By Amy Beeston, University of Sheffield.
I attended the instructor training course in Manchester last week. During one of the coffee breaks, we were sharing stories of how we first met these teachings, and how as new learners we first tried to put our freshly-acquired Software Carpentry skills to use. Following that conversation, our instructor Aleksandra Nenadic invited me to write this blogpost to share my experiences.
I was introduced to the concept of Software Carpentry by Greg Wilson during the week-long Sound Software Autumn School in late 2010. Heavily pregnant, I sat on the back row during most of Greg’s classes — the row with the extra leg/body room — and listened to the very best of my ability to every single word he said.
As a group of learners, we came from varied disciplines but all shared the need to focus our programming skills on developing tools that accessed data in the audio domain. Many of us were self-taught programmers, and some of us had relatively little text-based coding experience as we were used to thinking and working in real-time signal processing environments such as Max and Pure Data.
The course had been advertised with the aim “to train PhD students and researchers in the software development skills required to build reliable research software quickly and with a minimum of effort, and so maximise the impact of their research.” I could definitely see the benefit of producing reliable software quickly and easily, but I must admit that I was completely unconcerned at that time about the impact of my research. I was growing enormously and looking forward to my maternity leave!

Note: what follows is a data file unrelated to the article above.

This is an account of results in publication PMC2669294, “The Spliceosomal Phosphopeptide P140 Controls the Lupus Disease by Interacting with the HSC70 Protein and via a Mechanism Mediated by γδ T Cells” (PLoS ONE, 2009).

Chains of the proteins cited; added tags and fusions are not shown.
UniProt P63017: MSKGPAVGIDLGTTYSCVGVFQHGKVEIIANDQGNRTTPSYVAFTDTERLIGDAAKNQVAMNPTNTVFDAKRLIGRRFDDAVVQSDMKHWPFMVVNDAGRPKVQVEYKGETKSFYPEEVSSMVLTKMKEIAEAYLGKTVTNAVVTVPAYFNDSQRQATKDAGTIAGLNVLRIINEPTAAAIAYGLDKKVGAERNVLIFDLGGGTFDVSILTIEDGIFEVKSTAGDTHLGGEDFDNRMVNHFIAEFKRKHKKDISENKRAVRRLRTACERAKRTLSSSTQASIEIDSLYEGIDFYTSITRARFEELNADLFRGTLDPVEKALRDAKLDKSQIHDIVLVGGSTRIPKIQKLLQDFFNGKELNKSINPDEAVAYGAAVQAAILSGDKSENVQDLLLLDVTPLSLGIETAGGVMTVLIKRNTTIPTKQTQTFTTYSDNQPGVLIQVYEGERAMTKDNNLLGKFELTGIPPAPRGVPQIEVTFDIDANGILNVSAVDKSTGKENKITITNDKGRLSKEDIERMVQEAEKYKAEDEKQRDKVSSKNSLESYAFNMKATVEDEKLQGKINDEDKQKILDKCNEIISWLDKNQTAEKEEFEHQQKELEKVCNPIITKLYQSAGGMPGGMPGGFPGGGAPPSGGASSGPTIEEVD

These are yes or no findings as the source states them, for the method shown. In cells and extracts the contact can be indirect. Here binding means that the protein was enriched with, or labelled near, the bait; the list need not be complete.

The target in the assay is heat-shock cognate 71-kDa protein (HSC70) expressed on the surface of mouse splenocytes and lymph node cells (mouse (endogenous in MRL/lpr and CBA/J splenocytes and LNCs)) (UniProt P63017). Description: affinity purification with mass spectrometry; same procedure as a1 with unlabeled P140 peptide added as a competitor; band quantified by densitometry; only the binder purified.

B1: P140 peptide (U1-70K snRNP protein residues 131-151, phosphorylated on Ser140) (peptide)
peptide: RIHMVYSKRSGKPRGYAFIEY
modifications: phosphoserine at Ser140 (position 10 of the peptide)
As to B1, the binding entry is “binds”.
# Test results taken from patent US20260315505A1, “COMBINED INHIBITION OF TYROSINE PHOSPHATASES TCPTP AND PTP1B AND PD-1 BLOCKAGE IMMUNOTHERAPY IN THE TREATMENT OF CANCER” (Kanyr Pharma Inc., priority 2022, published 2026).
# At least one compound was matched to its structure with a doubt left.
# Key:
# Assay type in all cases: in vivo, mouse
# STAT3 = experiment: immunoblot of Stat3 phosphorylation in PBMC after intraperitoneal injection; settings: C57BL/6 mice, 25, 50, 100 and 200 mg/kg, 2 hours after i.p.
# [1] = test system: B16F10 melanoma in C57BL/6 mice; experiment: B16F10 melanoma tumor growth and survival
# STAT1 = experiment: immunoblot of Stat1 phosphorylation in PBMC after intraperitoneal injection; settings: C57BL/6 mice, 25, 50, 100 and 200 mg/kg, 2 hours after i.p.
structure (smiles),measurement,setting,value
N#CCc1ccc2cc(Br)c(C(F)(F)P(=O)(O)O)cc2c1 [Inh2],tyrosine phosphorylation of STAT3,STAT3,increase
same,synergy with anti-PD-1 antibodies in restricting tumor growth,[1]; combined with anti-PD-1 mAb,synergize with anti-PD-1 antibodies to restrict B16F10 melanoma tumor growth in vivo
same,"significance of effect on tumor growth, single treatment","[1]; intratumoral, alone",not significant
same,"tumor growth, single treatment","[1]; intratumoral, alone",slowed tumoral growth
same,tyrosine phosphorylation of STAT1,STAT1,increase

On the other hand, it was clear to me from the outset that I would learn another crucial skill during these sessions: how to collaborate successfully. There was a great deal of discussion about working openly and effectively with others, and about using code repositories and version control software to navigate the geographical terrains separating far-flung team members.
As the week went on, it dawned on me that these same techniques could traverse time as well as space: they would let me return to work and immediately pick up right from where I left off. So I, pregnancy-brained-Amy, started to think about the best way to collaborate with my future self, baby-brained-Amy.
While a thick blanket of snow settled all across Sheffield, I set to work. Concentrating first on version control, I created a repository and began checking-in my auditory modelling work. Rather wonderfully, this meant I could work from home on occasion (when the trip to the lab was too icy for my raised centre of gravity), while still being confident I had the latest version of any particular file. Next, I set about splitting some huge scripts from my collaborators into handy bite-sized chunks, tracking their provenance and scattering assertion statements liberally to make sure everything was working as expected.
Finally, to be sure, I re-submitted my work to the grid to make sure that my reconfigured code was able to reproduce all the experimental results I had so-far reported. And inspired by a lesson on test-driven development, I set about documenting my current self’s intentions for my future self’s return to the lab.
Fast-forward one all-too-short maternity leave… and that’s exactly where I picked up!